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A rise in soldier suicides prompts roundtable discussion

Published: Feb. 25, 2022 at 6:15 PM AKST
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FAIRBANKS, Alaska (KTVF) - An increase in the number of suicides has been seen within the United States Army Alaska, also known as USARAK.

On Friday, February 25, 2022, a roundtable discussion was held to address the current situation where senior leaders from USARAK and Fort Wainwright, alongside health professionals, took questions from the media.

Major General Brian Eifler, USARAK’s Commanding General, spoke on the improvements being made and those that have been implemented. These include updating facilities, creating programs for new soldiers and families, hiring more behavioral health specialists, and finding ways for soldiers to have open discussions with leadership.

“My hope is that a lot of these [SIC], that they see that you know, as you get through their struggle, and they make it on the other side that they can be the spokespeople for this because that is what we really need. We need people within the ranks to say, I need help, and I got help, and I am better because of it, said,” Major General Eifler. “The more people normalize like, “Hey man, I sort of struggle with this, and it really messed me up, but I got to do this, and it got me back on the right path, and I’m better because of this, I’m stronger,”....So I think that is where our focus is.”

Major General  Brian Eifler (USARAK Commanding General)
Major General Brian Eifler (USARAK Commanding General)(Julie Swisher)

In a report made on background information regarding Suicide in U.S Army Alaska, the report stated at least 11 Soldiers assigned to U.S. Army Alaska installations died by suicide in 2021. Six additional deaths are still under investigation.

“We value the lives of all our soldiers, families, and civilians and do everything we can to promote healthy lifestyles and positive behavioral health, but last year’s death toll is greater than the eight suicides we faced in 2019 when the USARAK leadership requested that the U.S. Army Public Health Center’s Behavioral and Social Health Outcomes Program conduct a behavioral health epidemiological consultation or EPICON,” the report stated.

The EPICON team had visited Fort Wainwright in April of 2019 for the first part of the study.

Joseph Pecko, team lead said in an interview in 2019, “All we’re doing is some of the key leader interviews from the community, understanding the appreciation for the uniqueness of this community, compared to other communities, and we are then doing the focus group interviews to talk to the soldiers at the different rank levels, as well as the family members, spouses.”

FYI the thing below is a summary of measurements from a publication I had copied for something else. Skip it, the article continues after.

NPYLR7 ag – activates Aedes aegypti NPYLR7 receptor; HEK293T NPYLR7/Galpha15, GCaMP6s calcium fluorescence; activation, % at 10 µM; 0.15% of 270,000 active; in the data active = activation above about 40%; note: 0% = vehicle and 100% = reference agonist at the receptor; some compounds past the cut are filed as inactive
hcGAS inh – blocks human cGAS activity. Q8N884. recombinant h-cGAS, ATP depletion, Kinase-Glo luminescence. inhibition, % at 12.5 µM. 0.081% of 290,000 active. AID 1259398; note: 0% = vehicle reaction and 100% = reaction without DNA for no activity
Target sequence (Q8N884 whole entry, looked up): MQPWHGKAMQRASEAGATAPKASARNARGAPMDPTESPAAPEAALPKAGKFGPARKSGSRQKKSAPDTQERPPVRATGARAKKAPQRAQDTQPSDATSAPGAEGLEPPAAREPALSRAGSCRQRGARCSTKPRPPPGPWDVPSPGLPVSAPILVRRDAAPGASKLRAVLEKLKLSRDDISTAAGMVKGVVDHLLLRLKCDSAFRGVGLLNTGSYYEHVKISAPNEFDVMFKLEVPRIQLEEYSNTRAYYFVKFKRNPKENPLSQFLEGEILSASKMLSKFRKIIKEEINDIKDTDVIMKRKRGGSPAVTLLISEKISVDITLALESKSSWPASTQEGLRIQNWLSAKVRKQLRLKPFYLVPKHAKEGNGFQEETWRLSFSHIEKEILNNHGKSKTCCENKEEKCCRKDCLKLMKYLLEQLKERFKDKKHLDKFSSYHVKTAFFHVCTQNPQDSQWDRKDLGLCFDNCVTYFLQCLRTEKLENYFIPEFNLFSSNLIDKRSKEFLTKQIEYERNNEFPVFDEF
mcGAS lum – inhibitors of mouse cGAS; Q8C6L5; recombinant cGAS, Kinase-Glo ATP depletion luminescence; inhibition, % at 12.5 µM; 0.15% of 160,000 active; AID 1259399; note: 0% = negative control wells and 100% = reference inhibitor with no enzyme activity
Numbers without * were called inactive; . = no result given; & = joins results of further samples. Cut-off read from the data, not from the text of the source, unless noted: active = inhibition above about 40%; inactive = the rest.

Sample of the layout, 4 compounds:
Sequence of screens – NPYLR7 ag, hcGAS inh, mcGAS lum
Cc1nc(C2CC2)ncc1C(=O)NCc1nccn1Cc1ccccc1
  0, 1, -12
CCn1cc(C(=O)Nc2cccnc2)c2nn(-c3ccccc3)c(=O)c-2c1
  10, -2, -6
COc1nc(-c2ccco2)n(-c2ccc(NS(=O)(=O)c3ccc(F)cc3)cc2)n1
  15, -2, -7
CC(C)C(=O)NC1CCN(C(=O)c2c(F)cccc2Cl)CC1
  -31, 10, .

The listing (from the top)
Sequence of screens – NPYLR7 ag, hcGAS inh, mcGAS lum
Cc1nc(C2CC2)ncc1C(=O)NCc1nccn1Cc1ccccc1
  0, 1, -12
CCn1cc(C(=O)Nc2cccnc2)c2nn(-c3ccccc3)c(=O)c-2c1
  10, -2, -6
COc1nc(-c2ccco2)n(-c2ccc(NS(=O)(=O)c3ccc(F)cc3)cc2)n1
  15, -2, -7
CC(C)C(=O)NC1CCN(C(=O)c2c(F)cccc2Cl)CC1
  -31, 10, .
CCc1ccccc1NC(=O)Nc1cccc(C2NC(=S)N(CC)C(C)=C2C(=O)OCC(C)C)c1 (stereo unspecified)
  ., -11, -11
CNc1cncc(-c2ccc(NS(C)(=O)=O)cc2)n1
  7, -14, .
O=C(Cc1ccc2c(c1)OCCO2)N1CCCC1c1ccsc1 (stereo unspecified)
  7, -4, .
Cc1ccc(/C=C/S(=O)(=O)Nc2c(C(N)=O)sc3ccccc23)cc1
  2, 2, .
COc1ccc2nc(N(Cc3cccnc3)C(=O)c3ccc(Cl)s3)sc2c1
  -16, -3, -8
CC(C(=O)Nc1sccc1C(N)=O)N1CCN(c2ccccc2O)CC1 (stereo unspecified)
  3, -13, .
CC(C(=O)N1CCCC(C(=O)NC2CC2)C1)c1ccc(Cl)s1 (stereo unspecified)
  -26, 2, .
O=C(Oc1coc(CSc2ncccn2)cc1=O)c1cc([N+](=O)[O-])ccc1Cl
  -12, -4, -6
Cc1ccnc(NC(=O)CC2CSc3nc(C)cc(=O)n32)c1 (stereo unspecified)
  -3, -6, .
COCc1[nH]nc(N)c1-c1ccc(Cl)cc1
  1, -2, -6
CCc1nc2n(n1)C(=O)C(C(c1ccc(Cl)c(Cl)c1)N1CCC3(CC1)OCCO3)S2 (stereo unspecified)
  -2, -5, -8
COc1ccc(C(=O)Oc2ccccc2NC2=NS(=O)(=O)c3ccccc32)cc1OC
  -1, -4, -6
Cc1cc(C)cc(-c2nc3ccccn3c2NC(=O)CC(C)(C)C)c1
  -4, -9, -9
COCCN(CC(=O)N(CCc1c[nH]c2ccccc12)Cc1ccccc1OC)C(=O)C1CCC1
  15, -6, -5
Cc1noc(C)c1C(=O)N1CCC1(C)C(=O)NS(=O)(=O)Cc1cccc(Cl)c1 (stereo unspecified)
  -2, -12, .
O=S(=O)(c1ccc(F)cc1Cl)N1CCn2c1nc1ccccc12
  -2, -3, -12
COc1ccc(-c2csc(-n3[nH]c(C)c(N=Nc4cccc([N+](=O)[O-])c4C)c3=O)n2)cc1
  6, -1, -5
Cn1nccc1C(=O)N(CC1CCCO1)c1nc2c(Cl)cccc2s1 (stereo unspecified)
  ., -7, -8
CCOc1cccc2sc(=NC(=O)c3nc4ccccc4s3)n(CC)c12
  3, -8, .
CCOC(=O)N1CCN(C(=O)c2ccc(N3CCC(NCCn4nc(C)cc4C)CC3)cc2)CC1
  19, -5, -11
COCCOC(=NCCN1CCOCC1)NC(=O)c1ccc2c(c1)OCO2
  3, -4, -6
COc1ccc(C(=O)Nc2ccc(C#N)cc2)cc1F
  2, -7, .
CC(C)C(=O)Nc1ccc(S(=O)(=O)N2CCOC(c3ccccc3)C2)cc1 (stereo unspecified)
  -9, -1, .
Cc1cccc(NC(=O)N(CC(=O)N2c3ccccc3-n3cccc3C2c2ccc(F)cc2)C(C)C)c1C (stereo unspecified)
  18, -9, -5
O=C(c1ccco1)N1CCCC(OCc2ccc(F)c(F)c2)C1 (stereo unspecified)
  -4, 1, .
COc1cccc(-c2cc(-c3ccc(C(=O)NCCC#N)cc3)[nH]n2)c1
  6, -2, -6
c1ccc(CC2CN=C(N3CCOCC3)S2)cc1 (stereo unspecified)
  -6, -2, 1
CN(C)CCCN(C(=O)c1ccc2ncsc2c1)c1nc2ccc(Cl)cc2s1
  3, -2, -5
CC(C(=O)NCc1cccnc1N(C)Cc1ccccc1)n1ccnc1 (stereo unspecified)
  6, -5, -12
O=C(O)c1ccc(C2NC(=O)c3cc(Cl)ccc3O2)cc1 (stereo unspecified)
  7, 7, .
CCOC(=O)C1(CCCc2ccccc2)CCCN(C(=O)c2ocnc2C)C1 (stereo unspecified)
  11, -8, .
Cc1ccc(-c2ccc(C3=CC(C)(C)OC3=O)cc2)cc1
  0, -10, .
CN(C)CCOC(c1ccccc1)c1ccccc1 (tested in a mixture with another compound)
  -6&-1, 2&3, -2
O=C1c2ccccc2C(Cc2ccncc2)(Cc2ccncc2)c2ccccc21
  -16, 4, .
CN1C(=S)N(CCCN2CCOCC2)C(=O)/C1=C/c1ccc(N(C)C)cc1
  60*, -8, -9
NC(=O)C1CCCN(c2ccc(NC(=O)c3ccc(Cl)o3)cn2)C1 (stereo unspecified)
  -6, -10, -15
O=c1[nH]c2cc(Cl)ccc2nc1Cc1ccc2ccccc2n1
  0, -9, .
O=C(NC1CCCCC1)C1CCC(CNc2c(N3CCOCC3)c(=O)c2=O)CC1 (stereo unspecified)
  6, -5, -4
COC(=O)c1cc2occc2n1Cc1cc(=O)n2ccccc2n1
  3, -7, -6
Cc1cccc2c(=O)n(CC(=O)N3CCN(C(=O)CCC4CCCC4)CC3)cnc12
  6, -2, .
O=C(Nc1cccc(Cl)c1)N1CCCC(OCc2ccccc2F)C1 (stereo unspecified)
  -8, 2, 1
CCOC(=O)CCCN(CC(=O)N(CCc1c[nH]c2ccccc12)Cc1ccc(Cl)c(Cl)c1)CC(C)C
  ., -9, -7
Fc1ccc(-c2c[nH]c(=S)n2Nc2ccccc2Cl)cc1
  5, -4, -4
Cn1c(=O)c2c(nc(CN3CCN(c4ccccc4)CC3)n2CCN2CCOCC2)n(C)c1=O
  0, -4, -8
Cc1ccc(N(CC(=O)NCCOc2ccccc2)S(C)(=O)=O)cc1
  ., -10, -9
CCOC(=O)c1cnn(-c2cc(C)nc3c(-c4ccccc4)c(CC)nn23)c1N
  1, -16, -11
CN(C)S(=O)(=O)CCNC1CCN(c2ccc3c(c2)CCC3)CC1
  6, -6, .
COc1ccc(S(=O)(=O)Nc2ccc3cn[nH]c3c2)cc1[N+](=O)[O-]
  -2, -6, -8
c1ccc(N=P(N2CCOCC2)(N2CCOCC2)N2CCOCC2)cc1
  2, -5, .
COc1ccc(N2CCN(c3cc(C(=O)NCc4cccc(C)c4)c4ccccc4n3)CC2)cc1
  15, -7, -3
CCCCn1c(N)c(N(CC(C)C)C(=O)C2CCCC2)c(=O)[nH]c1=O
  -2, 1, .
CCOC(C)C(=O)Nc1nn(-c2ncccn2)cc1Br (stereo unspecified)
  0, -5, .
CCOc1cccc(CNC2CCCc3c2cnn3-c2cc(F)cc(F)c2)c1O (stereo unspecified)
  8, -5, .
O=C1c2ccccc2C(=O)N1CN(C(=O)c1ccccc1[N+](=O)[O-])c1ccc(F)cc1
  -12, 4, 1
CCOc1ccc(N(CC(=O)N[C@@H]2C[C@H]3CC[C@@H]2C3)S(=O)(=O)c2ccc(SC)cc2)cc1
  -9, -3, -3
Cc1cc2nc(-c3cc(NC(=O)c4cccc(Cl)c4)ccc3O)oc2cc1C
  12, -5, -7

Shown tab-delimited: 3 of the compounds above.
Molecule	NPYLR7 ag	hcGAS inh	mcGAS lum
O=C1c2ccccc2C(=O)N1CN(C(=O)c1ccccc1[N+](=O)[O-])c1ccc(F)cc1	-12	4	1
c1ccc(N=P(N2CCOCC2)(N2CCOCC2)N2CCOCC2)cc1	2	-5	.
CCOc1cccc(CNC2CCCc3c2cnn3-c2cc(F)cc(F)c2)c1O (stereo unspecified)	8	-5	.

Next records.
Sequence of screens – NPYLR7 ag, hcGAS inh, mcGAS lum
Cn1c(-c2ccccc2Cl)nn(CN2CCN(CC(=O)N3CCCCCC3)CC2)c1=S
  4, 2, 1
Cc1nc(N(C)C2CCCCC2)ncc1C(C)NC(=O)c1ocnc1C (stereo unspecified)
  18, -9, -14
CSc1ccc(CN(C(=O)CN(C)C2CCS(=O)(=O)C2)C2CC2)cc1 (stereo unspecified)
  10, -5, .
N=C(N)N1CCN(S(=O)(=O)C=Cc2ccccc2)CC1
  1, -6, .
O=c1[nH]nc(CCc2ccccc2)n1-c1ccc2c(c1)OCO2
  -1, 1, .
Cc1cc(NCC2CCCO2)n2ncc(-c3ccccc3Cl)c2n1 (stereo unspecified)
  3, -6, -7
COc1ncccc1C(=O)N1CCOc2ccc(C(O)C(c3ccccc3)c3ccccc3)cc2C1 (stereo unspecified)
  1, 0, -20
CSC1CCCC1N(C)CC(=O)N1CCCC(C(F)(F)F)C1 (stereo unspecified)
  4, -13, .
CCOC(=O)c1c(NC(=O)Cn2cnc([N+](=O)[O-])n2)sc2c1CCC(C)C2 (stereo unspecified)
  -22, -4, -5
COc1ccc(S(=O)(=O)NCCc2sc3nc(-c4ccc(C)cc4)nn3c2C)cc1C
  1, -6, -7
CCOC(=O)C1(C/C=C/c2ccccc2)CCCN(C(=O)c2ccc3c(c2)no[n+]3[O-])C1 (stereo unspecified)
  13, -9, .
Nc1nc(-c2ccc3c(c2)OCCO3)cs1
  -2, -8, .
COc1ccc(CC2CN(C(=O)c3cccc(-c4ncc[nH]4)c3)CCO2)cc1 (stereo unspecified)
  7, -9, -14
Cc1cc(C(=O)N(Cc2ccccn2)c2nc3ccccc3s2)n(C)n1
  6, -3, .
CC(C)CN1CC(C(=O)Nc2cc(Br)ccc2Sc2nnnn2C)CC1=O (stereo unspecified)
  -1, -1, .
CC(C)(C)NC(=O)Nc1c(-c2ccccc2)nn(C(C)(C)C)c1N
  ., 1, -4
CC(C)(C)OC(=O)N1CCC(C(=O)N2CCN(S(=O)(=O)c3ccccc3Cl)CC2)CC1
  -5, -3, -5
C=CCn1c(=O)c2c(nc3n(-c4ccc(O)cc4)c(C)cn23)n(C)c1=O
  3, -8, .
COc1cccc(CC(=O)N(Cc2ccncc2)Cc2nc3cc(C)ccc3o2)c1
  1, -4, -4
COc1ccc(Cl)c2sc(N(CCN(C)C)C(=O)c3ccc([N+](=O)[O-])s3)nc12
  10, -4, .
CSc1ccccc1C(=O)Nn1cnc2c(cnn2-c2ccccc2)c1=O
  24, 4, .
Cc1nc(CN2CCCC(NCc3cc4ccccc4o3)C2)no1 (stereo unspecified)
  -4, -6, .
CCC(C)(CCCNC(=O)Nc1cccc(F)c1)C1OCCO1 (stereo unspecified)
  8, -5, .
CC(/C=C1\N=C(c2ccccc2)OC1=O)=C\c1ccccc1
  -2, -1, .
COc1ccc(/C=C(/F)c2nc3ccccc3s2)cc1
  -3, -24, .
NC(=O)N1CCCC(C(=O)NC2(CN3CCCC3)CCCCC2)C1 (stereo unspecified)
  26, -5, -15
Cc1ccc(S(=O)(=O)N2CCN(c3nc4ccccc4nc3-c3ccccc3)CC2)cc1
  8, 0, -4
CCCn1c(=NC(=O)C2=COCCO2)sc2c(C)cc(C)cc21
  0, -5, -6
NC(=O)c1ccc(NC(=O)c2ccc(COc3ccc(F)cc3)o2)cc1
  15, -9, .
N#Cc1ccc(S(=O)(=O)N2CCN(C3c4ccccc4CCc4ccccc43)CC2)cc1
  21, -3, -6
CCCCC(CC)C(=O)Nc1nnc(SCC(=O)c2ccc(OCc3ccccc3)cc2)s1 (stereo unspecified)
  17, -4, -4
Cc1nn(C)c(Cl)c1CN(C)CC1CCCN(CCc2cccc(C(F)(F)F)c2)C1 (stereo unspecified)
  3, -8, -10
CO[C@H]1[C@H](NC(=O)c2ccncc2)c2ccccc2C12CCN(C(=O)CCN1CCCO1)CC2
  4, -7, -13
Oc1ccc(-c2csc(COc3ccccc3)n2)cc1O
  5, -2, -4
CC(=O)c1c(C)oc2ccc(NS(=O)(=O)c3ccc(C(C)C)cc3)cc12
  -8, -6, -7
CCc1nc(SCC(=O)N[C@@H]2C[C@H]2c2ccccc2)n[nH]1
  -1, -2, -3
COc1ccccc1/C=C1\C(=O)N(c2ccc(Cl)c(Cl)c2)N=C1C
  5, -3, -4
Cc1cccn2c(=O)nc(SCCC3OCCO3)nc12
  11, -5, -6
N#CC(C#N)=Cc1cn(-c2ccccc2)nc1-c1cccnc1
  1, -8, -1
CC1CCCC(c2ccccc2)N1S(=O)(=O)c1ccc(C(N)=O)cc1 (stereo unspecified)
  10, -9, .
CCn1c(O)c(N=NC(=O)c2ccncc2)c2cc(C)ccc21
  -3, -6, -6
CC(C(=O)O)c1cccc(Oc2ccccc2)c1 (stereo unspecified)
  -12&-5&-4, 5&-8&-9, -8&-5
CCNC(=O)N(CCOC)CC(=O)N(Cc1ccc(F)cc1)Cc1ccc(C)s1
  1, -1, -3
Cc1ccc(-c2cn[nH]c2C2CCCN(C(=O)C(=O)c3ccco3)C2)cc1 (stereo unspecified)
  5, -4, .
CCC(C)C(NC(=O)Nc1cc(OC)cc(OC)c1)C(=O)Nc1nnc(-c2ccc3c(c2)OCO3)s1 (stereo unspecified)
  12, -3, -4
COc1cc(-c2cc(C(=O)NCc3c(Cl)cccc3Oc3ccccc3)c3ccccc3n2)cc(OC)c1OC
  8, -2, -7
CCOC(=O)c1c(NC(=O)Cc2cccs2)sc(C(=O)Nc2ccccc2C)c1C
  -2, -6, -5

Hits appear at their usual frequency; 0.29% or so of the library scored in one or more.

Now in 2022, Major General Eifler says USARAK and the Fort Wainwright Garrison are still working hard to improve the quality of life for soldiers and their families, especially those who are coming to Alaska for the first time.

The report also noted: U.S. Army Alaska suicide rates for the past eight years.

2014 Two suicides, both at FWA.

2015 One suicide, at JBER.

2016 Four suicides, all at FWA

2017 One suicide, at JBER.

2018 Three suicides, all at FWA.

2019 Eight suicides, seven from FWA including one in Iraq, one at JBER.

2020 Seven suicides, four at JBER, three at FWA.

2021 Eleven suicides, six at FWA and five at JBER.

(Six 2021 deaths are still under investigation. One at JBER, five at FWA)

“Overall, the problems faced by the FWA community identified in this BH EPICON are consistent with past BH EPICONs. However, the challenges posed by the arctic environment may compound problems and create additional stress for soldiers and their families. Senior USARAK and FWA leadership continuously and actively seek ways to improve the soldier and family experience. Implementing and evaluating the impact of the above recommendations where feasible will assist senior leadership in their efforts,” the report concluded.

We plan to continue our coverage on soldier suicides next week when we will hear from Colonel Nate Surrey, Fort Wainwright Garrison Commander.

If you or someone you know is in crisis, the National Suicide Prevention Lifeline can help. The number is 1-800-273-8255 or text the word “TALK” to 741741.

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